In accordance with the Truck Route Management and Community Impact Reduction Study, NYCDOT initiated an improved signage program that provides easily identifiable, consistent direction to commercial vehicle operators in the area. As shown in Figure 5, the proposed truck-route signs will use the truck silhouette that has been in place in New York City for years and is used throughout the country. The city will introduce a color to the black and white truck route sign and use a new font in order to improve recognition and legibility. The positive signs—signs that assure truckers that they are on a designated route—will have a green circle around the truck. The negative signs will remain black and white to match the existing standard used elsewhere and will show the truck silhouette superimposed with the international sign for "do not." The positive truck route sign was conditionally approved. NYCDOT is waiting for full approval from FHWA.

NYCDOT also will establish the consistent placement of signs. Three types of signs will be used: 1) directional signs, 2) advance signs, and 3) on-route signs. Table 1 provides a description and location for each proposed sign type. NYCDOT indicates that signage improvements will reduce reaction time, which will improve the traffic flow and safety.

Figure 5: Sample Positive Truck Route Sign

Figure 5 is a sample positive truck route sign.  The sign, which has a white background, has an image of a black truck silhouette with a green circle around the truck.

Source: New York City Department of Transportation, Truck Route Management and Community Impact Reduction Study (New York City, NY: 2007), Technical Memorandum 3: Truck Signage Program.

Table 1: Truck Route Signs and Locations

Type of Sign Description Location
Directional Signs pointing to truck routes where decisions about travel direction can be made (i.e., intersections).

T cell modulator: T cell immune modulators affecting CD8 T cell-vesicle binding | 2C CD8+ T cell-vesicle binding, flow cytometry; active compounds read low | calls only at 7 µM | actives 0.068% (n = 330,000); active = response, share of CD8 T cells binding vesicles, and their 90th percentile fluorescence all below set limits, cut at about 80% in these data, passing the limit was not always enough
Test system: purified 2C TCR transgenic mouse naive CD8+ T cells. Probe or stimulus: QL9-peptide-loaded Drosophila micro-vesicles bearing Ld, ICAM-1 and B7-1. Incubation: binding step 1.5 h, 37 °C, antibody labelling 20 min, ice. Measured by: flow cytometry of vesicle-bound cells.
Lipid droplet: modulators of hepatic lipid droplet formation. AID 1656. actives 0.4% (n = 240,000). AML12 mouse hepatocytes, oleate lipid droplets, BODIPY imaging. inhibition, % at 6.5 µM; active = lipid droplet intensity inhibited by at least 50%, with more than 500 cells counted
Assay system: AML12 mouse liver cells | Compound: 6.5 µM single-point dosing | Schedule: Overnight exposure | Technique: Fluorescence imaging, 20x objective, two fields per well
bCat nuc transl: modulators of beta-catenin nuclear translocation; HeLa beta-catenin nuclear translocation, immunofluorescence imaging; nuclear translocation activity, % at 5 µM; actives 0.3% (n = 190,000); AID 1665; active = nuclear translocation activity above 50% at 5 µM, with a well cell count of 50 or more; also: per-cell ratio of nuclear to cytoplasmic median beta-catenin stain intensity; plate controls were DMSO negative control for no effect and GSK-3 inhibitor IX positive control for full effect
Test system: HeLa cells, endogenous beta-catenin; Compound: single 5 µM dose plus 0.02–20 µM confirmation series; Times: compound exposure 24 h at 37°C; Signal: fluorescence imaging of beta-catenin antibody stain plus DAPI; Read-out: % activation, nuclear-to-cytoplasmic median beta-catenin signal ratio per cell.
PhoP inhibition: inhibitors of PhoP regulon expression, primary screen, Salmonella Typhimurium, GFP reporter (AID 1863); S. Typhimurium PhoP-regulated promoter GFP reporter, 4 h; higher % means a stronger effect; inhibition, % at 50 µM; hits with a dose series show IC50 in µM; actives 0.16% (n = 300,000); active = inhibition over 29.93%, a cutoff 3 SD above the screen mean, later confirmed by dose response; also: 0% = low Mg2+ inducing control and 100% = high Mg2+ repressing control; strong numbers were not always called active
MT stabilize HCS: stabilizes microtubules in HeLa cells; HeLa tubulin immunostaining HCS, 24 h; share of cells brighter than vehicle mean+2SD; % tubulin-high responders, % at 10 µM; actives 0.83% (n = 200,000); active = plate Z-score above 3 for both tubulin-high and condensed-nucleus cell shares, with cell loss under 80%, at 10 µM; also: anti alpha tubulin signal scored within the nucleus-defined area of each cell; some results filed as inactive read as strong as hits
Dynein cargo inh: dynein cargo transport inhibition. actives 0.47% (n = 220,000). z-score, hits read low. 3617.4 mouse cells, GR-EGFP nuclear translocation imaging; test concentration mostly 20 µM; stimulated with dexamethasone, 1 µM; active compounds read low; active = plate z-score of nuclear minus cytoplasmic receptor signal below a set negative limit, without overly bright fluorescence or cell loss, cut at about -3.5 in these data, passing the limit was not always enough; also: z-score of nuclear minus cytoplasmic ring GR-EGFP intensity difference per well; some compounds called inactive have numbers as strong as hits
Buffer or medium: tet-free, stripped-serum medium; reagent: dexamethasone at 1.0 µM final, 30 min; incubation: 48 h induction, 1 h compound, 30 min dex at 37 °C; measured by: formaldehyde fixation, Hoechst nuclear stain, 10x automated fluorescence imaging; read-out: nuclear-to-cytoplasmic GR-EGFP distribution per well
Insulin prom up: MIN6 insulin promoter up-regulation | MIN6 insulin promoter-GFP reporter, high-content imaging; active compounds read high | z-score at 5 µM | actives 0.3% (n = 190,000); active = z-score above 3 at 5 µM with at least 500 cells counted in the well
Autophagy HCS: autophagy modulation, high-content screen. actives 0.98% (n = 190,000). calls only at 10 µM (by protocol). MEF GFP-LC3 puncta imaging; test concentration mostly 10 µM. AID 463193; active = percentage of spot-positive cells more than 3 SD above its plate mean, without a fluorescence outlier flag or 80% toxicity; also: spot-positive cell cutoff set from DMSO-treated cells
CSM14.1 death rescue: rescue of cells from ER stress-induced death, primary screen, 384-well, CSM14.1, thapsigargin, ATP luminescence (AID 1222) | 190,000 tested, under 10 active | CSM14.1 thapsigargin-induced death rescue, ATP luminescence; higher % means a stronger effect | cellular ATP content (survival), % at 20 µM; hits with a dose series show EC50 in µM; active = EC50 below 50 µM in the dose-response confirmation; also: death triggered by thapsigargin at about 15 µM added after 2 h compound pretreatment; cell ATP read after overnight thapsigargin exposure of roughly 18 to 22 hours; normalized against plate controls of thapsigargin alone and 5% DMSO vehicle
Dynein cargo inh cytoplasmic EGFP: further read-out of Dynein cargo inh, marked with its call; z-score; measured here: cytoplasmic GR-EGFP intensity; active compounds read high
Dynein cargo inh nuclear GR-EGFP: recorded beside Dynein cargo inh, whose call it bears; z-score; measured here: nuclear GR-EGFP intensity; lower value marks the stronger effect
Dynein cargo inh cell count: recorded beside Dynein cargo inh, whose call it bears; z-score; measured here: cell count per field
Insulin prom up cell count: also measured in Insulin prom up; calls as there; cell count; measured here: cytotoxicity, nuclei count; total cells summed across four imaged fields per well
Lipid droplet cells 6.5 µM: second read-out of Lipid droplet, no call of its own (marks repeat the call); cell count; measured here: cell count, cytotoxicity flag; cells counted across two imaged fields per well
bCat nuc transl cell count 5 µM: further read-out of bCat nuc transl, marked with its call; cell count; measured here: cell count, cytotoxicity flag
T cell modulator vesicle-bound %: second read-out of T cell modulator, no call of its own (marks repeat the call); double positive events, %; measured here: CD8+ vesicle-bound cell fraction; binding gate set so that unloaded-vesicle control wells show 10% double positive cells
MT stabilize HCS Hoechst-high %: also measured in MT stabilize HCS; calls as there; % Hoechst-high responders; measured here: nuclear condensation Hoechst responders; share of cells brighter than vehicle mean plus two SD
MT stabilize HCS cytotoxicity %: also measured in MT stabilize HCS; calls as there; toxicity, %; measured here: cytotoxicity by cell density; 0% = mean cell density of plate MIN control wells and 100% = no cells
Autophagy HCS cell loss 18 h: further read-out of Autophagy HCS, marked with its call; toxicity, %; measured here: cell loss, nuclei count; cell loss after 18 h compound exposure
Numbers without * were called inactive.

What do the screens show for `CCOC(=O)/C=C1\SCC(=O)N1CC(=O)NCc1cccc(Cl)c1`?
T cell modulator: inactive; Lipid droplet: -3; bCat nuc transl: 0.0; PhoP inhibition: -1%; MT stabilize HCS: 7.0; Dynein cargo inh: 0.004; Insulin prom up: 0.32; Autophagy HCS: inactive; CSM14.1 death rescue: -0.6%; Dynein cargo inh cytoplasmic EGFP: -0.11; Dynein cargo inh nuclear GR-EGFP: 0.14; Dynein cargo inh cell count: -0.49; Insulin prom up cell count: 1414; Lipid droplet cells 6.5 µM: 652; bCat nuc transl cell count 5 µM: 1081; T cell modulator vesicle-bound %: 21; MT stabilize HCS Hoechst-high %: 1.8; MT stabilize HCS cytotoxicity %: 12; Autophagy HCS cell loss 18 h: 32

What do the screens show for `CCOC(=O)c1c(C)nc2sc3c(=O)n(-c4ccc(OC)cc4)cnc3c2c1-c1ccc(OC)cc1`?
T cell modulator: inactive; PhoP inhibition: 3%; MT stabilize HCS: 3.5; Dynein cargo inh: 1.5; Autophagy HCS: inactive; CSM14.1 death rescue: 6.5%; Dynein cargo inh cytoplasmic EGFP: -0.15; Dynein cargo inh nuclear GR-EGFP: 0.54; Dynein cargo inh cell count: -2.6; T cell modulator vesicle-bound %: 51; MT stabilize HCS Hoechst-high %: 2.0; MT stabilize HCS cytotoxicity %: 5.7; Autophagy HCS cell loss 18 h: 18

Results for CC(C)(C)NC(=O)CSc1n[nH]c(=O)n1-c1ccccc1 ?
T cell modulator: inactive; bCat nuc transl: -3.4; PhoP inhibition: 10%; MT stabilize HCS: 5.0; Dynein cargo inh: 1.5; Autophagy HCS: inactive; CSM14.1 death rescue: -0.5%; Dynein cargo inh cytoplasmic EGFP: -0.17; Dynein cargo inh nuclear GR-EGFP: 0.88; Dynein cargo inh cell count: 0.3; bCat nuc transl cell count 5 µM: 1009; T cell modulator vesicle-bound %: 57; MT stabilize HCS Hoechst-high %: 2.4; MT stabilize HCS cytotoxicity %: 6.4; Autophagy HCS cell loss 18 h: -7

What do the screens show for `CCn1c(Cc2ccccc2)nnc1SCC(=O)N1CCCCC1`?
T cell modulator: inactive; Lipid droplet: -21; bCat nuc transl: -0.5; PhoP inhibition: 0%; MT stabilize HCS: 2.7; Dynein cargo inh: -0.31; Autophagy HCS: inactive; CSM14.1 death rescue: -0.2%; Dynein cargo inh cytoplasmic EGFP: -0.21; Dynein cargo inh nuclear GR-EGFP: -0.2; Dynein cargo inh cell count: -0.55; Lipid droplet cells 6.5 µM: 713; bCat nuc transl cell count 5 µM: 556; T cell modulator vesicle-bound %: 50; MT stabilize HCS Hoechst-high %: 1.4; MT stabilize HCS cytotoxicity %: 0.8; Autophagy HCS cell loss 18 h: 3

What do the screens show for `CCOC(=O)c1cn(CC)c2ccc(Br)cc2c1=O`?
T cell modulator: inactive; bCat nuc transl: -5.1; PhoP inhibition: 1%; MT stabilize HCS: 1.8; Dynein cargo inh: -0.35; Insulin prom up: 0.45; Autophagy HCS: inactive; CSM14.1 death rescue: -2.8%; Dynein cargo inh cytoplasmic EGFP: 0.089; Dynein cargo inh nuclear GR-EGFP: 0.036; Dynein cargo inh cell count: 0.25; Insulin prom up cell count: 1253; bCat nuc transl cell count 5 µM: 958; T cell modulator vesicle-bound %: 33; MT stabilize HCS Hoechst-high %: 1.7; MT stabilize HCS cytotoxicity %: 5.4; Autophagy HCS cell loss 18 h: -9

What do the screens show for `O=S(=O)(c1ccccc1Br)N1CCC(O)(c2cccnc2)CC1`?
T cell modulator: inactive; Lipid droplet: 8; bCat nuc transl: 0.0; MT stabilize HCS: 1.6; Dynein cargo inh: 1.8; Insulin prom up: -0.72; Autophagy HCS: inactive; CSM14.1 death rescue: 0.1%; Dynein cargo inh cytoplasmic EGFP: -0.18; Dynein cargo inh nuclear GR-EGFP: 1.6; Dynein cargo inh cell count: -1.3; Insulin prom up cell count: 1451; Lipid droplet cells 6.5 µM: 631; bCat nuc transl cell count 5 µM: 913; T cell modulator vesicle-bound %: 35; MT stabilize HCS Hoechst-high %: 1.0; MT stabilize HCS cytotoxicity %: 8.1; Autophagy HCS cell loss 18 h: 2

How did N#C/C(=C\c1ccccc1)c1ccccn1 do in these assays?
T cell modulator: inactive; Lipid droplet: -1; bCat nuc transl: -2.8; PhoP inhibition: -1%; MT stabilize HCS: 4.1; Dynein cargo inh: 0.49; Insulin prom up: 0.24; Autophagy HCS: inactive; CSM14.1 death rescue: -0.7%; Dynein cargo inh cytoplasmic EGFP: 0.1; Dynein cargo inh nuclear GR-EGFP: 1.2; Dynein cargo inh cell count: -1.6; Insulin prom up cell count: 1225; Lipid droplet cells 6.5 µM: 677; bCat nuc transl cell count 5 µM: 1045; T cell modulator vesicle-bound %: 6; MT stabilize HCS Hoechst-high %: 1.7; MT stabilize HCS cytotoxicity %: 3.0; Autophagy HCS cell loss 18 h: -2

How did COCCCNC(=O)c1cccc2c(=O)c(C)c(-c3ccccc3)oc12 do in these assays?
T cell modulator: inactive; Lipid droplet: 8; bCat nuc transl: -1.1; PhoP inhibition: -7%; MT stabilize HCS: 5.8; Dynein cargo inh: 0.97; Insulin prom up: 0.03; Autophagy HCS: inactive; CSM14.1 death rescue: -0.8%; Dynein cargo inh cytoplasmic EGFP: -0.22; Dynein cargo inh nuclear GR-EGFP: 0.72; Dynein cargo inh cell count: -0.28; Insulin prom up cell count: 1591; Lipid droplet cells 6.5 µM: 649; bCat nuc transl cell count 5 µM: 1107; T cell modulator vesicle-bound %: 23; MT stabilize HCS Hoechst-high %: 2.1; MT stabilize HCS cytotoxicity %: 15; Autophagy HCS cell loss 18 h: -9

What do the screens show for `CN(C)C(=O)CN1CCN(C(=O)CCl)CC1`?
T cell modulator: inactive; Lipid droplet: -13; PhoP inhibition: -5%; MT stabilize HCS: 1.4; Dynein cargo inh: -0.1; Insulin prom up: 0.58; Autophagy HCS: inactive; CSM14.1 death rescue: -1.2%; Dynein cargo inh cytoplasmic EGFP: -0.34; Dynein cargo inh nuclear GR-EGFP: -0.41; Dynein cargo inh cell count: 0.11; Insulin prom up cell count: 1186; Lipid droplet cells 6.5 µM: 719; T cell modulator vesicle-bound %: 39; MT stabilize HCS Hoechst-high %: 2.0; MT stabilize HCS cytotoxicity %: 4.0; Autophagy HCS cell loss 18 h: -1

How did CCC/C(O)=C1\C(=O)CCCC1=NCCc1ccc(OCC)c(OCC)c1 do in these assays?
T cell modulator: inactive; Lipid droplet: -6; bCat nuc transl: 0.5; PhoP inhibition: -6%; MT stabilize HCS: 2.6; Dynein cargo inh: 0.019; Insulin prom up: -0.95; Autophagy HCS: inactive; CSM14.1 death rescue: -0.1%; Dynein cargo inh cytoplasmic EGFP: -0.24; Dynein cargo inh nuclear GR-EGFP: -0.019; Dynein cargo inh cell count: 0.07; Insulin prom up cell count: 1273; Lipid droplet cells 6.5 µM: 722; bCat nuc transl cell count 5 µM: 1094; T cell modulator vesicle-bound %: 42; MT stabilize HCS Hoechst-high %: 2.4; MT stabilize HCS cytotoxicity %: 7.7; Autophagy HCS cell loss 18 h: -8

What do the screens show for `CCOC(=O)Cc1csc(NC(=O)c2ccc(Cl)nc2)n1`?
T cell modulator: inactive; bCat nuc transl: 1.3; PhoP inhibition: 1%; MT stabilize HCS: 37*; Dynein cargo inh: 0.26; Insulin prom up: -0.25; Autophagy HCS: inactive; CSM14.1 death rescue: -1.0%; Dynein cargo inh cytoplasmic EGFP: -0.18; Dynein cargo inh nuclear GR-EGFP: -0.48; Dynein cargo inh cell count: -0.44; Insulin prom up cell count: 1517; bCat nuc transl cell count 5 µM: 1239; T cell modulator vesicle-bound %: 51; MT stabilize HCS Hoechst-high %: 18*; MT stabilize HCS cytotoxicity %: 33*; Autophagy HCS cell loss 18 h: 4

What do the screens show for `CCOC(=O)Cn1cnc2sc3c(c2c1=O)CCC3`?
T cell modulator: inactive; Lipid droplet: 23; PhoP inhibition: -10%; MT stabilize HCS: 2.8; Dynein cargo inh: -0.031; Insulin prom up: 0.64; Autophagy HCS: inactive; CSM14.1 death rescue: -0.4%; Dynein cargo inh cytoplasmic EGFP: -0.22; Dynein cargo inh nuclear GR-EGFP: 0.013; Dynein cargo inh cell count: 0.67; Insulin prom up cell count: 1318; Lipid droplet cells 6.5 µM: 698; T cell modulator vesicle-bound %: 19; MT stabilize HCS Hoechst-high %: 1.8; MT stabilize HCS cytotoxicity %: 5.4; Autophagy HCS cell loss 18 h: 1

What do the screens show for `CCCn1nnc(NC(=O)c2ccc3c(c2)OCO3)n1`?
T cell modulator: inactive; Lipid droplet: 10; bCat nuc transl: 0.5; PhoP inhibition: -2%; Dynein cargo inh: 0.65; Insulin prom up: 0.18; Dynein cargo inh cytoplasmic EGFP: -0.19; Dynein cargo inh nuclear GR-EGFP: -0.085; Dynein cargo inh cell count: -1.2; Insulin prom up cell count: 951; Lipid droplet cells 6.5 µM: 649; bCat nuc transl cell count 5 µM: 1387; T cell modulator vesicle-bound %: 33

• All intersections
  • Points at which truck routes turn left or right at intersections with non-truck routes.
  • At base of exit ramps
  • At tunnel and bridge exits
Advance Signs in advance of intersection at which trucks may have to change lanes to turn onto truck route.
  • 150 feet before intersection
On-route Signs reassuring drivers that they are on a truck route.
  • All truck routes
  • One-half mile increments

NYCDOT estimates that program implementation will cost $4.13 million.11 The cost includes the fabrication and installation of over 11,000 signs throughout the City's five boroughs. The City expects to realize significant safety and operational benefits from the improved signage.

It should be noted that the signage program has not yet been implemented. NYCDOT is working closely with FHWA to finalize a pilot project that will test the signage program in the Bronx.

Educational Projects

NYCDOT developed a truck-focused Web page that provides information on truck-route rules and regulations. Truck-route maps also can be accessed on the site. In addition, more than 30,000 truck-route maps were mailed to the truck industry in 2007 to provide drivers with better information about New York City truck routes and truck size and weight limits.

Another very simple, but effective, NYCDOT educational strategy addresses the truck-route information needs of the New York City Police Department (NYPD). Pocket-sized truck-route memo inserts were created and distributed to NYPD officers. Each memo insert, as shown in Figure 6, provides a truck-route map of an officer's precinct, truck-route regulations, and other enforcement information so that enforcement officials can better inform commercial vehicle operators about truck routes and restrictions. The Truck Route program is active in all 76 NYPD precincts.12

Figure 6: Sample Truck Route Memo Insert

Figure 6 is a one page, front and back, sample truck route memo insert.  The front contains a truck-route map for the 110th precinct.  The back of the memo insert contains text describing truck-route regulations and other enforcement information.

Source: New York City Truck Route, 110th Precinct

7 New York City Department of Transportation, Truck Route Management and Community Impact Reduction Study, May 2006, page 4.

8 New York Metropolitan Transportation Council, NYMTC Best Practice Model (New York City, NY: 2002).

9 New York Transportation Council, Transportation Models and Data Initiative: Technical Memorandum No. 1.22, Final Model Structure and Framework, June 25, 1997, p. 315.

10 Geoding is the process of assigning coordinate values to datasets in order to represent information graphically.

11 New York City Department of Transportation, Truck Route Management and Community Impact Reduction Study, Technical Memorandum 3, May 2006, p. 53.

12 New York State Police, Commercial Vehicle Enforcement Unit, personal communication, May 20, 2009.